Robin MacArthur: Hazel, the oldest character in my book, has grown up on the land with a conservative dedication to the local and to the family and doesn’t have any global perspective. Deb, who comes to Vermont in 1974, and who lived on a commune for a while, has all of the idealism of her generation and yet has also learned all the ways in which that idealism is flawed. Vale is ten years younger than me. In real life, I know so many people who are of Vale’s generation, and I see a distinct kind of lost-ness in them. The ground is literally shifting beneath their feet with climate change, and economic and political instability. I see them searching for answers in a way that I didn’t have to do when I was that age. In some ways, I see echoes of 1968 and the people of Deb’s generation who were trying to find new answers and ways of living. I just have so much sympathy and empathy and curiosity and love for this generation.

Amy Brady: In some ways, it seems like Vale’s generation is affected by some of the ways that Deb’s generation fell short, particularly in terms of the environment. Did the so-called children of the ’60s fail us?

Robin MacArthur: I love the hippies! I love their idealism and most of the efforts of the back-to-the-land movement. I see the repercussions of that movement here in Vermont where we had 35,000 people move here in the ’60s and ’70s to join communes or go back to the land. It was a huge population influx that wildly altered the culture of Vermont, and for the most part, it altered it in really beautiful ways. But I also see how the hippies failed on the globalism front, how they failed to take responsibility for the woes of the world and to see the world through a racial lens with an acknowledgement of their own privilege. I have a lot of hope for this current generation. They are wiser and more aware and have the opportunity to take the best of Deb’s generation, learn even from Hazel’s generation about resiliency and hard work, and bring their own passion to making change.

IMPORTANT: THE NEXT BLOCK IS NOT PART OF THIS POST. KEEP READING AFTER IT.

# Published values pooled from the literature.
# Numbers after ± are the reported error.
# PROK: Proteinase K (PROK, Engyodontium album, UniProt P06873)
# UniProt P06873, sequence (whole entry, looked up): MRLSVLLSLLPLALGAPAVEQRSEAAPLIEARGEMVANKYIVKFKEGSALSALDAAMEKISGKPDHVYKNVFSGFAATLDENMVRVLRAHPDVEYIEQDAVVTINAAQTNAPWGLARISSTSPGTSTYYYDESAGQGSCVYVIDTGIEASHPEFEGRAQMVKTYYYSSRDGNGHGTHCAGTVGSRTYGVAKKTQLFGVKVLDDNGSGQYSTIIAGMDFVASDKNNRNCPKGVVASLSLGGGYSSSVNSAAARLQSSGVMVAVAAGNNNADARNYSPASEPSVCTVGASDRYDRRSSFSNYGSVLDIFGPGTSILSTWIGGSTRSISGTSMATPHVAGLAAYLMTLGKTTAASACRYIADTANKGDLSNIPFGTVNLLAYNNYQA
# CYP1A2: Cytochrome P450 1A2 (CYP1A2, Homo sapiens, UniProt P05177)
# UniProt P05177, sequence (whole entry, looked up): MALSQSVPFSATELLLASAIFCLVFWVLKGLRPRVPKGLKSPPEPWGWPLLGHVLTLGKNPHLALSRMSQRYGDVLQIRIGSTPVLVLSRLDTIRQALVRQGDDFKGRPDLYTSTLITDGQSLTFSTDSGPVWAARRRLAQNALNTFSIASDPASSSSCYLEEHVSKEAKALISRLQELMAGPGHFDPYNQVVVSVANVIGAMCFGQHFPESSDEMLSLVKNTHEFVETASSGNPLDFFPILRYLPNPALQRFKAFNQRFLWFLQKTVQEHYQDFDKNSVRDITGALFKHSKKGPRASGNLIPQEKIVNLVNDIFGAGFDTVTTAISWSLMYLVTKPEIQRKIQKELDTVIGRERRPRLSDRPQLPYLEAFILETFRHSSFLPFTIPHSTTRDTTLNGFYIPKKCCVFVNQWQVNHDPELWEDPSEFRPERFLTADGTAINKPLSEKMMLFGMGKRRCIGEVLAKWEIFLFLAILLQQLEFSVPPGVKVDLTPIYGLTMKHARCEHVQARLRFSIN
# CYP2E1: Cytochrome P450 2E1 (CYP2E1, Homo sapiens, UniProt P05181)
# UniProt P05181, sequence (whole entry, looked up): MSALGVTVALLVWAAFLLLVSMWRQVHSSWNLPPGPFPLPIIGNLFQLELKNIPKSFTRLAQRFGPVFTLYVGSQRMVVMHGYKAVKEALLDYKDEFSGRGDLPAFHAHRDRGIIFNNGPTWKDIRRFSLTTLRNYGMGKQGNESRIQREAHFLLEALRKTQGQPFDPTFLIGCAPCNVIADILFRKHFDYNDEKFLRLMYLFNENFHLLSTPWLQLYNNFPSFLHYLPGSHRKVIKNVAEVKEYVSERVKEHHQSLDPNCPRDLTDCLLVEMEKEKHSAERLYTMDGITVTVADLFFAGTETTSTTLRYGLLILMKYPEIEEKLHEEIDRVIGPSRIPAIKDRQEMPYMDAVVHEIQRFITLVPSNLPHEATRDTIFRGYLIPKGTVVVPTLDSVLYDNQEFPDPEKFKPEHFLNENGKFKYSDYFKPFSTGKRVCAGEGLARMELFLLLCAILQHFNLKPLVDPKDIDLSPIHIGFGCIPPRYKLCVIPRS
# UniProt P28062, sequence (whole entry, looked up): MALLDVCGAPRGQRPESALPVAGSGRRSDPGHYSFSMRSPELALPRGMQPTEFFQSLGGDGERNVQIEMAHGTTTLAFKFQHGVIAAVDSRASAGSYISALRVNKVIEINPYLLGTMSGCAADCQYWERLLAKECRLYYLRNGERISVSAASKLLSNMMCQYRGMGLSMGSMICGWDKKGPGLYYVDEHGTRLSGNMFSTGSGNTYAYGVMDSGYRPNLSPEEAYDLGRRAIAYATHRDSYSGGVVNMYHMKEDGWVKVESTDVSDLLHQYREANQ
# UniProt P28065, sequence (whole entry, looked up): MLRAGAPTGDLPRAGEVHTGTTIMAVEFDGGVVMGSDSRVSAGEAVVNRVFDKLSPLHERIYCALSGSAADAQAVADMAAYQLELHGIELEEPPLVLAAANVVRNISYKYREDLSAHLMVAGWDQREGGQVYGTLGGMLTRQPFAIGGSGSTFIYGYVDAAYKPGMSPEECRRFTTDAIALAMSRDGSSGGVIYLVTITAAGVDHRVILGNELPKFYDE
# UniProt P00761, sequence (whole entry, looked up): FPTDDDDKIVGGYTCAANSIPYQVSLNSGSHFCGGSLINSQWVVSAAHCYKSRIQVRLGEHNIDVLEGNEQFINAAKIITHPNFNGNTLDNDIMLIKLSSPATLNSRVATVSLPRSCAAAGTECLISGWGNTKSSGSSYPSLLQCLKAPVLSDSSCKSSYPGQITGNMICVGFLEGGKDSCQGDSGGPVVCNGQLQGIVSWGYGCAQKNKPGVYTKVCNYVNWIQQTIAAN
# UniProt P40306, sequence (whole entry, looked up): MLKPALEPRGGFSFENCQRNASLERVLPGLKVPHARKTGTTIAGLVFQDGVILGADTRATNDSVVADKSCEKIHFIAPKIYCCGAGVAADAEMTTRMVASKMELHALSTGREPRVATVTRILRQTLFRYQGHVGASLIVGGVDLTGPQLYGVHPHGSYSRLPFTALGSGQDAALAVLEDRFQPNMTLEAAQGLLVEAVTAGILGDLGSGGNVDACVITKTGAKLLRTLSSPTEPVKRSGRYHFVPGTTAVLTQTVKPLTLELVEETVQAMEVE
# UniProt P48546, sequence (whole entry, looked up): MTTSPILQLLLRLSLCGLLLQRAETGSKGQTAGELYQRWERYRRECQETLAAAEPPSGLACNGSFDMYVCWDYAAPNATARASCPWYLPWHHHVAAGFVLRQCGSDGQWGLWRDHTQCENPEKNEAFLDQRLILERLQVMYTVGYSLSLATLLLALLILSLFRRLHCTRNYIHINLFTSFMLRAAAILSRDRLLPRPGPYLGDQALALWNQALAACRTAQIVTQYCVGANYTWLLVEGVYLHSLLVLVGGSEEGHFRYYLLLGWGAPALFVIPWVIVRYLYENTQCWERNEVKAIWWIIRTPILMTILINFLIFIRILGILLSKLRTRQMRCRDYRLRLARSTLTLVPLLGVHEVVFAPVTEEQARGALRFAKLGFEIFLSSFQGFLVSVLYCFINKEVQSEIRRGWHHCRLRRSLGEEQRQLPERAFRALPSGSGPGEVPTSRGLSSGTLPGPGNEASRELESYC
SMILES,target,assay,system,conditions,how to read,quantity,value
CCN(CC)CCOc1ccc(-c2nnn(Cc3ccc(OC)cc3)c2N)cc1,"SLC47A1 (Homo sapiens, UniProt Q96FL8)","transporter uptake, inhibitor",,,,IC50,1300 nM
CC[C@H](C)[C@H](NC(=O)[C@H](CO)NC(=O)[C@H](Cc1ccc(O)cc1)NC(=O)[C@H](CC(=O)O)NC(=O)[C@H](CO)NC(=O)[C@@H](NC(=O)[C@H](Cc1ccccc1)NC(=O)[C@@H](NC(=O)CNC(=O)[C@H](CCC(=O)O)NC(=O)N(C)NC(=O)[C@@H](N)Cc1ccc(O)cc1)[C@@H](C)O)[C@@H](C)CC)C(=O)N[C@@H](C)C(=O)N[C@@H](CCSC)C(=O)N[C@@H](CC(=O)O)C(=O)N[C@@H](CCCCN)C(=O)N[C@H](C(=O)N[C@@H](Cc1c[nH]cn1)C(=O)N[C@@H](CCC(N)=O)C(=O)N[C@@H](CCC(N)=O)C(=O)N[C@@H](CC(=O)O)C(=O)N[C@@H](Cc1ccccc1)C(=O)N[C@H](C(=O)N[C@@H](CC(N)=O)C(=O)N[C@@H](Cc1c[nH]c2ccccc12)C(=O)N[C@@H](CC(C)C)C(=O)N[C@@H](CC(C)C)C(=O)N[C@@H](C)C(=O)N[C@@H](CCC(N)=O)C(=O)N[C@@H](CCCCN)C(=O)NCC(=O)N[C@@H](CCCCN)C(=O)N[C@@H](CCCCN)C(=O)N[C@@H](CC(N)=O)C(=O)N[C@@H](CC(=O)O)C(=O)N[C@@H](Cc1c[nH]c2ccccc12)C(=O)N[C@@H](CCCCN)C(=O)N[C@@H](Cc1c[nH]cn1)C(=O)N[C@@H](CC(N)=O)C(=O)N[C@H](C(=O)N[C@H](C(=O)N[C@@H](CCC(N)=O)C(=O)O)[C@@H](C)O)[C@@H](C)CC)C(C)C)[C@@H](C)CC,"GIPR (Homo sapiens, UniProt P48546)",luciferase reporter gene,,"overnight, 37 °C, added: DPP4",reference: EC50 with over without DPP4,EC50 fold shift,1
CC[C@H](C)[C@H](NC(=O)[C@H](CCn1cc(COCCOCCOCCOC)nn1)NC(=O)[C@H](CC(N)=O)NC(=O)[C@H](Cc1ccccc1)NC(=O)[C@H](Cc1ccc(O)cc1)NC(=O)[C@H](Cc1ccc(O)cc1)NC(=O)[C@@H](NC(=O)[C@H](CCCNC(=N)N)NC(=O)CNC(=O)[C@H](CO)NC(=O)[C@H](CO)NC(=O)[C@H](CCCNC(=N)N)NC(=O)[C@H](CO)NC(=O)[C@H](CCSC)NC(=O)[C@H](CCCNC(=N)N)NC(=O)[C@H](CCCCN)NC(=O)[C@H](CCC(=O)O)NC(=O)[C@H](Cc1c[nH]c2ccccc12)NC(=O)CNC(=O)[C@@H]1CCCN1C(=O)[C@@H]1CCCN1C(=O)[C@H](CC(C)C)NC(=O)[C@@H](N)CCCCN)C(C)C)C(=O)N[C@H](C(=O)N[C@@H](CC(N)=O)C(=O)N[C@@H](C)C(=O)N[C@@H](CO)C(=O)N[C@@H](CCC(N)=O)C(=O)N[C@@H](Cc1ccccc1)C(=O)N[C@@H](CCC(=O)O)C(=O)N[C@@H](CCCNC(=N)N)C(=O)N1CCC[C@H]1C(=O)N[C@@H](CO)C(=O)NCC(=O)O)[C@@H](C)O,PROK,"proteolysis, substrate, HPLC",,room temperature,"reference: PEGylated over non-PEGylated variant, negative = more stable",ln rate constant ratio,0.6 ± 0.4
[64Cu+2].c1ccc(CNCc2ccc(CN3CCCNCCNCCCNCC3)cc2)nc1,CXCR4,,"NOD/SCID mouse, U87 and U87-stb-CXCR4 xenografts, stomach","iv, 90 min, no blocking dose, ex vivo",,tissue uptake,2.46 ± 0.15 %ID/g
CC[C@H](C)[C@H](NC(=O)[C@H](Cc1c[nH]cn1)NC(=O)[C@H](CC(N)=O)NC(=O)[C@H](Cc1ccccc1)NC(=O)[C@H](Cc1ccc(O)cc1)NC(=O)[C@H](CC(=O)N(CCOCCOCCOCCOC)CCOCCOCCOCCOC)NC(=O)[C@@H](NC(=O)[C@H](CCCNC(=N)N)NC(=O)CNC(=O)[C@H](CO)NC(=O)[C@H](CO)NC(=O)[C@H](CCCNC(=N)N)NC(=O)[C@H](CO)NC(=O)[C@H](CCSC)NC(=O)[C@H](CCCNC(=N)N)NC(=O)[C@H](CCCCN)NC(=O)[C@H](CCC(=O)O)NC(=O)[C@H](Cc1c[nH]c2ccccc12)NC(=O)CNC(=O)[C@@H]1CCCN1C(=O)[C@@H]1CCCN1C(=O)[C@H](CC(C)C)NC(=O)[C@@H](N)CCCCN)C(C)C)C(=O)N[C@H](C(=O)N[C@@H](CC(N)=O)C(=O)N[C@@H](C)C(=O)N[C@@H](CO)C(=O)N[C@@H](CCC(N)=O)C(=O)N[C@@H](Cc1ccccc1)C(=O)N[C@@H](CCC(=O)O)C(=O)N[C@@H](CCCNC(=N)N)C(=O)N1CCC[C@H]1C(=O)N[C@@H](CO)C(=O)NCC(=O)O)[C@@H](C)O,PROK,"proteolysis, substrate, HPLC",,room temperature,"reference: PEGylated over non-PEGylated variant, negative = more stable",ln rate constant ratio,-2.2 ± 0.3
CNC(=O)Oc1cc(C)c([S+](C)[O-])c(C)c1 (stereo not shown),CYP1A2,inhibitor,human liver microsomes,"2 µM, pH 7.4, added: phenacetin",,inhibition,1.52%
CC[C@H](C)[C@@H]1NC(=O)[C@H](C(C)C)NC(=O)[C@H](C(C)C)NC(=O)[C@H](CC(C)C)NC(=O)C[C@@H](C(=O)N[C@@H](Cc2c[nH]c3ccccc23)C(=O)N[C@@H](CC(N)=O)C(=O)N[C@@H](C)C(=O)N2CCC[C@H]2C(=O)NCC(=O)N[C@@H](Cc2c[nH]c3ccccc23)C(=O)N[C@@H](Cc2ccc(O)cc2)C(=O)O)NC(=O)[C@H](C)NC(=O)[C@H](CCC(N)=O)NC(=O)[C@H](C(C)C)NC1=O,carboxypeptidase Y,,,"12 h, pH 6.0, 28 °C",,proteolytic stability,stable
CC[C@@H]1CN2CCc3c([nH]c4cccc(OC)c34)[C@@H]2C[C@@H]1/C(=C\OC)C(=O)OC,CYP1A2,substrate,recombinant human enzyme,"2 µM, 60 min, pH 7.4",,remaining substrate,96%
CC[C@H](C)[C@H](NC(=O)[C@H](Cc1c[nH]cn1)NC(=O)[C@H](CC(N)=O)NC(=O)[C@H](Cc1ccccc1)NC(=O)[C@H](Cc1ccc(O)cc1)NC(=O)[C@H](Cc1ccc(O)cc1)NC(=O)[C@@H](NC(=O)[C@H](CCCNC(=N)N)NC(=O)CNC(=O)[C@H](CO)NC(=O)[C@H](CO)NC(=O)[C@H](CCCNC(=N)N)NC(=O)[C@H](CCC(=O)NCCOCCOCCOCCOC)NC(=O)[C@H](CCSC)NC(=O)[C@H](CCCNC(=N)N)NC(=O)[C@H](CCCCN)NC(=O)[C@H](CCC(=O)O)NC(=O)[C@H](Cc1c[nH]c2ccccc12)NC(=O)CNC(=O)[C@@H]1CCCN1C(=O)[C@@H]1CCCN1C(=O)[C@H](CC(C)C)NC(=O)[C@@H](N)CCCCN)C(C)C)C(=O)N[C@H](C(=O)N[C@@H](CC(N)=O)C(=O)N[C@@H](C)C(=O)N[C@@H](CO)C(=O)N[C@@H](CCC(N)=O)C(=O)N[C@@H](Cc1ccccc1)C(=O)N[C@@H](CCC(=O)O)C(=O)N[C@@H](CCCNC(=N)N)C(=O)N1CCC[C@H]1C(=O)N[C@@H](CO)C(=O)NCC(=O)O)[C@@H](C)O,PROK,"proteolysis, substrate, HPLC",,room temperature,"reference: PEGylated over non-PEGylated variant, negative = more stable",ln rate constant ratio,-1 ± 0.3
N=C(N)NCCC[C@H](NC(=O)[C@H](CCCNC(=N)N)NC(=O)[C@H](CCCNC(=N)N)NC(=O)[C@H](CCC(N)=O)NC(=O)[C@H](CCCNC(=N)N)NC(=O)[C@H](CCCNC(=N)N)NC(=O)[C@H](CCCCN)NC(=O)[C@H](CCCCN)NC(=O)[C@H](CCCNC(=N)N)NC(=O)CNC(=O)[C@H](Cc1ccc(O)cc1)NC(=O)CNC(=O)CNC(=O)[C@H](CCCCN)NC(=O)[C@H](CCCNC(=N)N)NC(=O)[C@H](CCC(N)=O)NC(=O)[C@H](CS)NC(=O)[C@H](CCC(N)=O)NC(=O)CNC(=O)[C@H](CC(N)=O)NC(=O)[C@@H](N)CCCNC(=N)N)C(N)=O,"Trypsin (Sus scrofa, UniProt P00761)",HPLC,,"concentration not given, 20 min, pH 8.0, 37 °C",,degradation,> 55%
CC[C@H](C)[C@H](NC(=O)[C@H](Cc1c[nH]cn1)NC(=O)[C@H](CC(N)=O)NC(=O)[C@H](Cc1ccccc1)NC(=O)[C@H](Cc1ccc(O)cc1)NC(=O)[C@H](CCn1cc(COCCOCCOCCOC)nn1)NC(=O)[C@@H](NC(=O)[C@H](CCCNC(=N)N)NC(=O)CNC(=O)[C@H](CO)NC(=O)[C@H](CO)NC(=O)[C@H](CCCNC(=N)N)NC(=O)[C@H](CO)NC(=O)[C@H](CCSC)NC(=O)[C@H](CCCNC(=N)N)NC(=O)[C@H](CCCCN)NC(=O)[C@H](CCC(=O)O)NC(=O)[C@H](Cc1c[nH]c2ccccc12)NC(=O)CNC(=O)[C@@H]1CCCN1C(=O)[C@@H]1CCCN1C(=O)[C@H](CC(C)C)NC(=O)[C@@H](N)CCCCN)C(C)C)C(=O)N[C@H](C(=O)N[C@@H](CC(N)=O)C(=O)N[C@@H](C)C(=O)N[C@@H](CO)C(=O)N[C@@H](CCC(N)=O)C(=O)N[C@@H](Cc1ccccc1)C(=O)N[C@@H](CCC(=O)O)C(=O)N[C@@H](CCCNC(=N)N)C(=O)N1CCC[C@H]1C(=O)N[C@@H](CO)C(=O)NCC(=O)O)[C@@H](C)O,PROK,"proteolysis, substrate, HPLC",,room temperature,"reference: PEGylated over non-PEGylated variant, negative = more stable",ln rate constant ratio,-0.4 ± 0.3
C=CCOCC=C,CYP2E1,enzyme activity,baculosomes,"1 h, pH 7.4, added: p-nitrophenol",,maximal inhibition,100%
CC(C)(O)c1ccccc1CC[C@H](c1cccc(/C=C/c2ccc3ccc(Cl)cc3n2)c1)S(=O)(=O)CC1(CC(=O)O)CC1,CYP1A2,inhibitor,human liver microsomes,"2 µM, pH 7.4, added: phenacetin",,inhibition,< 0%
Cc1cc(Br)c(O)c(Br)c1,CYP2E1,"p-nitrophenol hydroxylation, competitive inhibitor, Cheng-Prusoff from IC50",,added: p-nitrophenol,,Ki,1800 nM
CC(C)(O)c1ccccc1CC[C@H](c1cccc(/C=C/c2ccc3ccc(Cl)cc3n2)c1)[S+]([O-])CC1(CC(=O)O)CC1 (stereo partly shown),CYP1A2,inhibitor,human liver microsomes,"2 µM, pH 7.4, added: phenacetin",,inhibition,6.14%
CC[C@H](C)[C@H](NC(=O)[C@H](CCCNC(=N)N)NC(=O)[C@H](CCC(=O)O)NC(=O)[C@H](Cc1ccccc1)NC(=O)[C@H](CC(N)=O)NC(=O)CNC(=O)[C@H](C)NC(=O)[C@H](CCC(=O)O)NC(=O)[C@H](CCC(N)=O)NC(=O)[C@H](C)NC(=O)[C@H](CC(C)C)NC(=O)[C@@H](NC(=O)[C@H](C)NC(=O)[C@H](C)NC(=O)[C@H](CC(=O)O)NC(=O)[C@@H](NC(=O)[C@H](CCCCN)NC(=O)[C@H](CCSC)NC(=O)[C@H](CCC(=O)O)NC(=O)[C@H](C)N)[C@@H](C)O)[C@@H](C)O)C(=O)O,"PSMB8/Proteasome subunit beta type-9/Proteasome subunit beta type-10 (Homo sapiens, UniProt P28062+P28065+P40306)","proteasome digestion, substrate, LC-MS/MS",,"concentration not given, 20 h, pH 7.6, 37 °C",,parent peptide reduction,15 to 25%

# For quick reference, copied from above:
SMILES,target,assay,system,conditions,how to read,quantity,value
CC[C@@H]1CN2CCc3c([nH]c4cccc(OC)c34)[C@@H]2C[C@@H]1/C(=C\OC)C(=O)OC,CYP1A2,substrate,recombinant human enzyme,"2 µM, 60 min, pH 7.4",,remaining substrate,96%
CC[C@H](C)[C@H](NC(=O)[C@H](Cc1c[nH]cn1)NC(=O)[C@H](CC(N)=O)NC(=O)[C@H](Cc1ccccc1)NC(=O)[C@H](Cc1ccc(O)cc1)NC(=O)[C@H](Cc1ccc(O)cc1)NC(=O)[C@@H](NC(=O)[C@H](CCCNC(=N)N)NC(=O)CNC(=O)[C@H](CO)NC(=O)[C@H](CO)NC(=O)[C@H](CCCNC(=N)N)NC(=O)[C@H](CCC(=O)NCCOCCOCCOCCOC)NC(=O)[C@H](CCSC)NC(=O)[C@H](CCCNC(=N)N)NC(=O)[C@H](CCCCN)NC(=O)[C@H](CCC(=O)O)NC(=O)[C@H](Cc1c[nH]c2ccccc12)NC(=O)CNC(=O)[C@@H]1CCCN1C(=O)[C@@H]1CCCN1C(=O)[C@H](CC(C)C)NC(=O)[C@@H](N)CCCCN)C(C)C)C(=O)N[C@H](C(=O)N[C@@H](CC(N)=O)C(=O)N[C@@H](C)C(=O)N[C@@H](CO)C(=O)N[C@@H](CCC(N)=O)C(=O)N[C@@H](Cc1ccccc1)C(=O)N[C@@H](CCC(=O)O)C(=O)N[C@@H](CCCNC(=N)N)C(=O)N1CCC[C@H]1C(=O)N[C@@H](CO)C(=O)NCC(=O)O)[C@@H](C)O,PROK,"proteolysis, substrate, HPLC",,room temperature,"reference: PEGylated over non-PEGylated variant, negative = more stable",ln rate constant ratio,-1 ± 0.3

Amy Brady: Were you in Vermont when Tropical Storm Irene landed?

Robin MacArthur: I was. We were living here when my daughter was 3 years old. We were lucky: Our house didn’t take any damage, but our road was washed out in both directions. And when I say washed out, I mean 100 feet of road was completely gone. And the paved roads that take us to grocery stores and gas stations were completely gone as well – at least 10 miles of road destroyed. We were completely cut off. But our neighbors came together and we fed each other. We brought gasoline and generators to each other. It taught me of the importance of knowing your neighbors so you can help each other during tragic times.

Amy Brady: Something that frequently comes up in my interviews with writers who address climate change in their work is the fact that humans tend to be both shortsighted about our future and disregarding of our past, in terms of our personal lives and in terms of public policy-making. Are we too focused on the here and now?

Robin MacArthur: Yes, but I hope that’s changing. That’s definitely a theme in the book: My characters explore the wounds of the past, acknowledge traumas and violence so we can move forward and heal ourselves both personally and globally. I think until we start embracing the past and acknowledging our failures we will continue to repeat them.

The book is also about the interconnection between the personal and the political, and the local and the global. By writing about a small town in Vermont I also wanted to weave threads of globalism and how the way that we use resources affects the entire world, and the ways in which tragedies of the entire world affect us. I wanted to make those bridges repeatedly. I also wrote this book with a lens for climate change. I really wanted that issue to be at the heart of the book. It’s interesting how some reviewers see it through that lens while others view it through a more personal lens, and I’m glad that it can be read multiple ways depending on where the reader’s worldview is.

FICTION
Heart Spring Mountain by Robin MacArthur (Ecco, published January 9, 2018)

Robin MacArthur lives in Vermont in a cabin she built herself. She is the author of Half Wild, which won the Pen/New England award for fiction in 2016, and is the editor of Contemporary Vermont Fiction. Heart Spring Mountain is her first novel.

The interview is re-posted here with permission of Brady and the Chicago Review of Books.